Dyno Testing A Bugatti Chiron Makes Enough Electricity To Power People's Homes

I know the Bugatti Chiron isn’t normally considered a “green” car, but there’s at least one stage in its life where it does give something back to the environment: a burst of electrical power. Of course, it’s still fundamentally a ridiculous vehicle the capabilities of which virtually no one who buys it will ever remotely tap, but we got to give credit where it’s due.

Top Gear (the website, not any of the gripping television dramas) did an interesting story on how the Chiron is produced in Molsheim, France, and in that story there was a section about dyno testing the car:

The dynamometer gets its own special room and ventilation. Larger electric cables were installed because the ones needed for the Veyron couldn’t cope with the Chiron’s 1,479bhp and huge torque. During the test, it produces up to 1,200 amps, and excess power created during this test is given back to Molsheim. That’s right. Not only does the Chiron power you up to 261mph, it’ll also power the locals’ kettles and toasters. Magic.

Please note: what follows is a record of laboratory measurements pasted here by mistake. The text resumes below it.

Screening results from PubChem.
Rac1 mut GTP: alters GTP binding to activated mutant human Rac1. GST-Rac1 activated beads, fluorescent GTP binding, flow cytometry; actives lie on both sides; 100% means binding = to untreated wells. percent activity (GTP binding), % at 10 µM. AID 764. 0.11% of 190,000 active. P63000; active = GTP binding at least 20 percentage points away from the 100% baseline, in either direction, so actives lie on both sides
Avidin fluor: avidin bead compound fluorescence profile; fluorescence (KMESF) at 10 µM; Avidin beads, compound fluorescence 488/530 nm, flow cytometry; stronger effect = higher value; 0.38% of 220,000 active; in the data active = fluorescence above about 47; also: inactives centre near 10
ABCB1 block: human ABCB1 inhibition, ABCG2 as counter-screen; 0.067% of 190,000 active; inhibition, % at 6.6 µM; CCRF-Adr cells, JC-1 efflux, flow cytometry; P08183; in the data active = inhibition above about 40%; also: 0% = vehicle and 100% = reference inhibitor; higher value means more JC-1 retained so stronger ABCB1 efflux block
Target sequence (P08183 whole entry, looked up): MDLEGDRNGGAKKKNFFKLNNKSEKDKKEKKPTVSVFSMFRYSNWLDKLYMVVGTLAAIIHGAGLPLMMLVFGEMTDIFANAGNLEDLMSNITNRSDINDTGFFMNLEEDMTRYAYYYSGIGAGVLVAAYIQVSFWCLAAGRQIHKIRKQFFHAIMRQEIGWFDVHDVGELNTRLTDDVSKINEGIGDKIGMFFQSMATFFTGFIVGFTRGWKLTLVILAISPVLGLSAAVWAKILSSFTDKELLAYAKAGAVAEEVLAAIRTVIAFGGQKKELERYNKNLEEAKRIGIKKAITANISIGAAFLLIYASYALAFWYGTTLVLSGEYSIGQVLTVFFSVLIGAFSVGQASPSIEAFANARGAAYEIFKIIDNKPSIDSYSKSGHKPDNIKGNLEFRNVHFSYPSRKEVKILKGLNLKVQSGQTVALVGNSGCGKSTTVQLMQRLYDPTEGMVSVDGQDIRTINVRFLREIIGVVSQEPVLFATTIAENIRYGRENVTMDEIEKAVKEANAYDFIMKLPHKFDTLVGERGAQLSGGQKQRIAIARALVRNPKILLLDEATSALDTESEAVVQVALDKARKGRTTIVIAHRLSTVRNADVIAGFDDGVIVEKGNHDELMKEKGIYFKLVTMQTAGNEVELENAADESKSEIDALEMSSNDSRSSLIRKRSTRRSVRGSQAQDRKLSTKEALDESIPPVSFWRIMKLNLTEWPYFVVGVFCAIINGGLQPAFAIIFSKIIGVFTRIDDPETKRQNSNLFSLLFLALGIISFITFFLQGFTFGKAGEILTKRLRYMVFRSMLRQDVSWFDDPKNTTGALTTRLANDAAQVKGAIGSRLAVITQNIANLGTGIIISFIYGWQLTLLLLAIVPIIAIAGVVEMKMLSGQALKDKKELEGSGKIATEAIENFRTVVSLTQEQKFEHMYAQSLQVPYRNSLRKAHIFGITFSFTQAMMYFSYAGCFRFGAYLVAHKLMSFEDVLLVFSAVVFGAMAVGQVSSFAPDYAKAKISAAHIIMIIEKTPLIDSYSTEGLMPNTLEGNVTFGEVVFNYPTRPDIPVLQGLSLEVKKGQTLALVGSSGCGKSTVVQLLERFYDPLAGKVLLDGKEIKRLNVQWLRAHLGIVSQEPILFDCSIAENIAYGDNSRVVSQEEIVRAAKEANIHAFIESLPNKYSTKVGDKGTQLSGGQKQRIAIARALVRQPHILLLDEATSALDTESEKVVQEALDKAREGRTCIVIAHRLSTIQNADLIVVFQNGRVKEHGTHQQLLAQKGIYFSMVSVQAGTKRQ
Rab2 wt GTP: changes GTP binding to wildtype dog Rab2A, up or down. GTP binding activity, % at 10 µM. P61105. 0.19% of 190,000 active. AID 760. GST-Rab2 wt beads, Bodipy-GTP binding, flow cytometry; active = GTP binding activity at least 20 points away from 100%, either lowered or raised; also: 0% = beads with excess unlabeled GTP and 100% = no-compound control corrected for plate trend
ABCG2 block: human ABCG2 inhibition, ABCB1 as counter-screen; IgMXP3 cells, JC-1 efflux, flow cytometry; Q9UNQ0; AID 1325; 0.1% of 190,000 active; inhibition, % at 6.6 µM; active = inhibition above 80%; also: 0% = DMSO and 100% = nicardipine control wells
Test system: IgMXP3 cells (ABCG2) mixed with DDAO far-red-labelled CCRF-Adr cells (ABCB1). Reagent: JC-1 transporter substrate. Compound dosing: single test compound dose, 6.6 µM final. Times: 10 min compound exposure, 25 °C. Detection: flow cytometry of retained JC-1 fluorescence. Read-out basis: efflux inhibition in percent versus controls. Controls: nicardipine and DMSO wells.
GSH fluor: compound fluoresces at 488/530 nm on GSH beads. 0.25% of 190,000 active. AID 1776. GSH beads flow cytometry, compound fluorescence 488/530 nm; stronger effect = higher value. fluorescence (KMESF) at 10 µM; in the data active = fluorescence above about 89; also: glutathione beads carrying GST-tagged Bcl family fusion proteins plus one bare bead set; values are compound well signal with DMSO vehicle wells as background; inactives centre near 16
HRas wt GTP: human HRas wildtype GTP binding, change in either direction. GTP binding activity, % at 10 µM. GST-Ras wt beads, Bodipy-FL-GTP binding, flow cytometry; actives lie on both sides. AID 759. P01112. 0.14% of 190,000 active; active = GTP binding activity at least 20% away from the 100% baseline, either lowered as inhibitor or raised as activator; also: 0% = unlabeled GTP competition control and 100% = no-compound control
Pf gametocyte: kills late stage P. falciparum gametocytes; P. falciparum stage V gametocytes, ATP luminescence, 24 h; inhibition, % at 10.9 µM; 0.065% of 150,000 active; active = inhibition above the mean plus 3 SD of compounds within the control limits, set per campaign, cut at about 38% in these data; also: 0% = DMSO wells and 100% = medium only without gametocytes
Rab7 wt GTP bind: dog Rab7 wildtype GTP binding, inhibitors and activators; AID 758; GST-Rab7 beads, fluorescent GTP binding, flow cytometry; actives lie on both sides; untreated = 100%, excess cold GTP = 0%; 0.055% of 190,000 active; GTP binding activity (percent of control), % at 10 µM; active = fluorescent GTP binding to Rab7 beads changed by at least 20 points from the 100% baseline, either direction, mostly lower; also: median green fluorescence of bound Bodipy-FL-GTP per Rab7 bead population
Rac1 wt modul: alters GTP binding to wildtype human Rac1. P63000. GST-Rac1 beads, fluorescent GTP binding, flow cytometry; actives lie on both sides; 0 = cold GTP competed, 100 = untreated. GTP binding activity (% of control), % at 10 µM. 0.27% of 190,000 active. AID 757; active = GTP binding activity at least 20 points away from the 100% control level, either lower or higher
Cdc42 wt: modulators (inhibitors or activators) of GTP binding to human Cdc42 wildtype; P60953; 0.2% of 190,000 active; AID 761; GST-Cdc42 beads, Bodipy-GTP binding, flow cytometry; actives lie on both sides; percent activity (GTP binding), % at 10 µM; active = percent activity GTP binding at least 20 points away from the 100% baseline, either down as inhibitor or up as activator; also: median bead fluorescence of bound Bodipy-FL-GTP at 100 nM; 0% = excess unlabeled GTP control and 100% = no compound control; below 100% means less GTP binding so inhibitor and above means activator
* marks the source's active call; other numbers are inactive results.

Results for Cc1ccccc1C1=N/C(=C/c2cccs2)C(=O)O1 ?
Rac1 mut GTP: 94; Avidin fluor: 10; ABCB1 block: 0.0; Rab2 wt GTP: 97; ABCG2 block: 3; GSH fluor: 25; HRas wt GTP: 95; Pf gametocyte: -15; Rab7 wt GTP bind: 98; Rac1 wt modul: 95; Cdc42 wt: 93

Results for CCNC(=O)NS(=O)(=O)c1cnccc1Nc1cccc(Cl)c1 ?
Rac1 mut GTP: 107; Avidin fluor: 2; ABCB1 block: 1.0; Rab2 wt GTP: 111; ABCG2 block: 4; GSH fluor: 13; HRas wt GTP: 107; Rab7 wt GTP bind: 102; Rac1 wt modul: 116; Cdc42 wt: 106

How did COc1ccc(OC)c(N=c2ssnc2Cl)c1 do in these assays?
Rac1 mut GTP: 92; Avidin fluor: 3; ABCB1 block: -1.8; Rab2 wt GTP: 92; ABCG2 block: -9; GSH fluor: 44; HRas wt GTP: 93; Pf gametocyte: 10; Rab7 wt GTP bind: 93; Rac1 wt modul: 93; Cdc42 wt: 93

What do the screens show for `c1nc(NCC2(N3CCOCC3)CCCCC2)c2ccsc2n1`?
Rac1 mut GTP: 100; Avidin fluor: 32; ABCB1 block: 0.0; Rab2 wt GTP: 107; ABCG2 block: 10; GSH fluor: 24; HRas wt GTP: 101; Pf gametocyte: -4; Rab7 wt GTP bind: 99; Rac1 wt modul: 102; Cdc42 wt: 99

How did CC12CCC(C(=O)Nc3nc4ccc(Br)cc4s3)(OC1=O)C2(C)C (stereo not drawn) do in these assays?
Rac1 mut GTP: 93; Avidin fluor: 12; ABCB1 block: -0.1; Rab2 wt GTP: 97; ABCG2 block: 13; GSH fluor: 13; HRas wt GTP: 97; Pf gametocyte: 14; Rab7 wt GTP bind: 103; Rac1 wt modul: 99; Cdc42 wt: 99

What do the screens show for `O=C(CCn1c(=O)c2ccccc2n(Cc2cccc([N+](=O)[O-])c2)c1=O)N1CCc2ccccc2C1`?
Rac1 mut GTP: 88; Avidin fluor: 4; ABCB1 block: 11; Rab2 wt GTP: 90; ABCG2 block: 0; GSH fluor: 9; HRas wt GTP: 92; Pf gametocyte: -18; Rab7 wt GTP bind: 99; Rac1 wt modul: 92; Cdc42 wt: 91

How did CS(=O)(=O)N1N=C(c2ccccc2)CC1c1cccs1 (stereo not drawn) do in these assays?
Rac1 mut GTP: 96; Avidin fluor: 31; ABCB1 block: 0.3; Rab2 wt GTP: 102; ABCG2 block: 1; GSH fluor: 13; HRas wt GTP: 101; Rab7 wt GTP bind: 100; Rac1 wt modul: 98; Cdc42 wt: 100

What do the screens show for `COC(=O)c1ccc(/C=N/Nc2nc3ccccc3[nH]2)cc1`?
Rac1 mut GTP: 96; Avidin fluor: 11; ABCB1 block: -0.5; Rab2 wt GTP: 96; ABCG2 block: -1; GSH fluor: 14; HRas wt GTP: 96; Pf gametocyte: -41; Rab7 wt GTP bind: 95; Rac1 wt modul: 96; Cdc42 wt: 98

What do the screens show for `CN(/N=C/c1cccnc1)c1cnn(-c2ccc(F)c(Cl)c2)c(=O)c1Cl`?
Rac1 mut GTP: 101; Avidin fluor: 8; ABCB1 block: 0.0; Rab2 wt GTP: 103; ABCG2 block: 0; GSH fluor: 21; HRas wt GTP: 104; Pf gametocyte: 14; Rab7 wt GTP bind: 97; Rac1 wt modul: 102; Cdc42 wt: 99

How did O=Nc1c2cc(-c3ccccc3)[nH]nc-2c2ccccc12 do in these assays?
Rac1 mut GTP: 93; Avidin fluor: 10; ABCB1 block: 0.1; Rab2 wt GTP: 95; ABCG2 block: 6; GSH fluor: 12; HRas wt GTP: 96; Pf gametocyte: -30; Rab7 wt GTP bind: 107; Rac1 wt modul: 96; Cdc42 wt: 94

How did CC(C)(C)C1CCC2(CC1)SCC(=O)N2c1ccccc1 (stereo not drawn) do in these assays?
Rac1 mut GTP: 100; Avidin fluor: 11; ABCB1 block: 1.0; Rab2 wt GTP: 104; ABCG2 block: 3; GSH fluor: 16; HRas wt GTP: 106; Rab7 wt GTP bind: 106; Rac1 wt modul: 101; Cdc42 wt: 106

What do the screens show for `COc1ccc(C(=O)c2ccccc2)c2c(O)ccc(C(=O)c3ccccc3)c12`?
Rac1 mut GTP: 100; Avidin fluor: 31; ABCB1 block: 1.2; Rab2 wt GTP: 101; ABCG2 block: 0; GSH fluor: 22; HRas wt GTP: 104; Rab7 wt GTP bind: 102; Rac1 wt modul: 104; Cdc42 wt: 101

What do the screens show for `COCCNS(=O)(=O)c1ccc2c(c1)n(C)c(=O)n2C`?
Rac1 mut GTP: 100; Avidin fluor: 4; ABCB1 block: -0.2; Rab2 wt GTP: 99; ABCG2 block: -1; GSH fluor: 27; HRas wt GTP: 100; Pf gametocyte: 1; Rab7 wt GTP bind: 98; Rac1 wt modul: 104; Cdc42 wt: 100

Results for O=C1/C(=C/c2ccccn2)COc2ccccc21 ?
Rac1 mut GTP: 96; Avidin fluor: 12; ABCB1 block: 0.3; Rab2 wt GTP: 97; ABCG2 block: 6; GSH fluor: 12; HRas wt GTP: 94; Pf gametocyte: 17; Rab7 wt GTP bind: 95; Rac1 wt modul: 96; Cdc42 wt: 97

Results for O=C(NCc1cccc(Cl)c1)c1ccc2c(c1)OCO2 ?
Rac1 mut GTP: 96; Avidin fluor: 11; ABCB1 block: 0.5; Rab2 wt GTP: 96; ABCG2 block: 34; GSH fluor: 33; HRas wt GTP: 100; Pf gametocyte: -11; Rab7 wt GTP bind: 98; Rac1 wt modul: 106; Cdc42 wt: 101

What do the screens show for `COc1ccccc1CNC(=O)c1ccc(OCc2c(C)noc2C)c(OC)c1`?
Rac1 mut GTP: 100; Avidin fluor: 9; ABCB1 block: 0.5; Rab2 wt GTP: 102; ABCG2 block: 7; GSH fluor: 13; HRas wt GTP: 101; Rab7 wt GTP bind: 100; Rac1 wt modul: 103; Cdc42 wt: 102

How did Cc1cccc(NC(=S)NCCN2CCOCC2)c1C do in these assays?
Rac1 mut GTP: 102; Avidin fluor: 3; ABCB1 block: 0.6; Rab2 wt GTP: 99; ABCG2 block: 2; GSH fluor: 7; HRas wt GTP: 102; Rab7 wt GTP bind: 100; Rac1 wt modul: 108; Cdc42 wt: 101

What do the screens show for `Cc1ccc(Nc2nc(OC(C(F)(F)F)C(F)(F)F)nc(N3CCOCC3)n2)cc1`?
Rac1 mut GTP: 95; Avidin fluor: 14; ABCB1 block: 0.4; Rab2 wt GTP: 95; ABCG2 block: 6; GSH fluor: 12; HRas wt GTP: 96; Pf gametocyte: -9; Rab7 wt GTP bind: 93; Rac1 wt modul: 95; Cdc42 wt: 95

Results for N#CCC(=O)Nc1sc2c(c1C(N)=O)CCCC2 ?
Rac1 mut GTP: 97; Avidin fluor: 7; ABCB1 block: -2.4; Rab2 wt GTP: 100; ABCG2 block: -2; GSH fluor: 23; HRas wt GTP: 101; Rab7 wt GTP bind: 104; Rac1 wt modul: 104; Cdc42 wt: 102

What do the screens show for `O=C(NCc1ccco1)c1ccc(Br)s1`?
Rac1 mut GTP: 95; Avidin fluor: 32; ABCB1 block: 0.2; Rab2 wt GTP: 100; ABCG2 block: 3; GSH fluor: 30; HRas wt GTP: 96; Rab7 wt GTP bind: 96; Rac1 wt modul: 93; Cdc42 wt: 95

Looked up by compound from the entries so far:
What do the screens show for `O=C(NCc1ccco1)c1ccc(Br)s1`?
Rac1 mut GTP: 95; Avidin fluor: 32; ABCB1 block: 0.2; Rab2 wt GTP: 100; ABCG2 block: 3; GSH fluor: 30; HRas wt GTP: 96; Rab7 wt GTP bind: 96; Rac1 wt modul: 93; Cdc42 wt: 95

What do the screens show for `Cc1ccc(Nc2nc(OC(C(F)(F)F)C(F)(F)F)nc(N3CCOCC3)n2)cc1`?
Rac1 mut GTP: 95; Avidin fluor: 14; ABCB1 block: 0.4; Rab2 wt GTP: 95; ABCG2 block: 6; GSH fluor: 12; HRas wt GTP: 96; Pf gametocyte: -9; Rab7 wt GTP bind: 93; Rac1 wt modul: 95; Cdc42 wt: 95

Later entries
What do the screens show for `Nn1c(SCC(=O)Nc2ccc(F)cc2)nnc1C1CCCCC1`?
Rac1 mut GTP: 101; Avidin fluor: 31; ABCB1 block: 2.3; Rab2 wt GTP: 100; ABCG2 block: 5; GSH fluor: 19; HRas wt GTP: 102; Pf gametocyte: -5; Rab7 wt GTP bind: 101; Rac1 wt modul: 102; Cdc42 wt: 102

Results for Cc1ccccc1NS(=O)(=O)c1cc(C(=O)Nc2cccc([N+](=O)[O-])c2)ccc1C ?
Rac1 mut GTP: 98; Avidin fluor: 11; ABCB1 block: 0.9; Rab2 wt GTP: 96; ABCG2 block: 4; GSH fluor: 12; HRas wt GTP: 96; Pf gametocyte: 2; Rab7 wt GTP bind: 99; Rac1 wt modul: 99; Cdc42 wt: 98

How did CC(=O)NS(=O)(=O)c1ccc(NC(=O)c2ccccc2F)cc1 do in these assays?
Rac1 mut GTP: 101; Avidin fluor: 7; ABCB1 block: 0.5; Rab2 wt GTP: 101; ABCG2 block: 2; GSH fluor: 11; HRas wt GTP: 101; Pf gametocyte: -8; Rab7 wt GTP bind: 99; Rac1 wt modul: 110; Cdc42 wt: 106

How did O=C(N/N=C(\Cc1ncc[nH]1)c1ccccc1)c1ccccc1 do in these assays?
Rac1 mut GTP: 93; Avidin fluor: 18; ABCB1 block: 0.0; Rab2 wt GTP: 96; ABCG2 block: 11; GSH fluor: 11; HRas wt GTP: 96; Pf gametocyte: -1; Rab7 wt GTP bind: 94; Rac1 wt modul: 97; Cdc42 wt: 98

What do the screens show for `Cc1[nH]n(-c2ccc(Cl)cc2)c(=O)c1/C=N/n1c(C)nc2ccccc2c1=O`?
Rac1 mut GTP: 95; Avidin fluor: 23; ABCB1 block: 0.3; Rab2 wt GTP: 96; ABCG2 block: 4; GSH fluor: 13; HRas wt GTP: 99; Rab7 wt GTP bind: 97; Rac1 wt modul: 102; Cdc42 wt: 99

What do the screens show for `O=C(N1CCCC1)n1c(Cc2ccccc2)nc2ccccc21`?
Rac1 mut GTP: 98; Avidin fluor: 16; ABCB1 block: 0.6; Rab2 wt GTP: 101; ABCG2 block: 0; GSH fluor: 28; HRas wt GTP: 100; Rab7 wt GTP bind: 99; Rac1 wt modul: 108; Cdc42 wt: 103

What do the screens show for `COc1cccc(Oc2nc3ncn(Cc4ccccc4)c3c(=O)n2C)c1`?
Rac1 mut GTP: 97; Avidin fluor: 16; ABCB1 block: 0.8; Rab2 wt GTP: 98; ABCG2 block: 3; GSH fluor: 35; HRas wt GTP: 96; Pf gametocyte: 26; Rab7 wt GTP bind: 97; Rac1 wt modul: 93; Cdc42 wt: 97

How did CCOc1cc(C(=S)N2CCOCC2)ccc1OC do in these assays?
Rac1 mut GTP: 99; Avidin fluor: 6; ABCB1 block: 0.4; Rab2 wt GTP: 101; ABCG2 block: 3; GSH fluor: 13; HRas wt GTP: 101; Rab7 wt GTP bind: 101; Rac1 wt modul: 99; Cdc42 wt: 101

While I’m more likely to attribute this to science than magic (I wasn’t there, though—maybe some magic was involved) I did do a little bit of math to see just how much power the Chiron makes when tested.

The formula for amps to kWh of AC, single-phase power (like a house uses) is: P(kW) = PF × I(A) × V(V) / 1000

So, if we use the 1,200 peak amp number there, and multiply that by the voltage (for France, that means 230 volts), and the PF is the “power factor,” which I think we can assume is good in Europe, so 0.95.

With that in mind, we get 0.95 x 1200 x 230 /1000= 262.2 kWh.

The average French household uses 122 kWh per week, so does that mean each three-hour test of the Chiron generates enough power to run a happy, wine-soaked Molsheim home for about two weeks?


Maybe? I guess it all depends on how long that Chiron is producing the peak power of 1200 amps, and likely a hell of a lot of other factors I’m just too stupid to fully understand.

Still, it’s cool that they bothered to have the dyno act as a generator to put power back into the power grid.


It’s still a ridiculous car, though.

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Jason Torchinsky

Senior Editor, Jalopnik • Running: 1973 VW Beetle, 2006 Scion xB, 1990 Nissan Pao, 1991 Yugo GV Plus • Not-so-running: 1973 Reliant Scimitar, 1977 Dodge Tioga RV (also, buy my book!)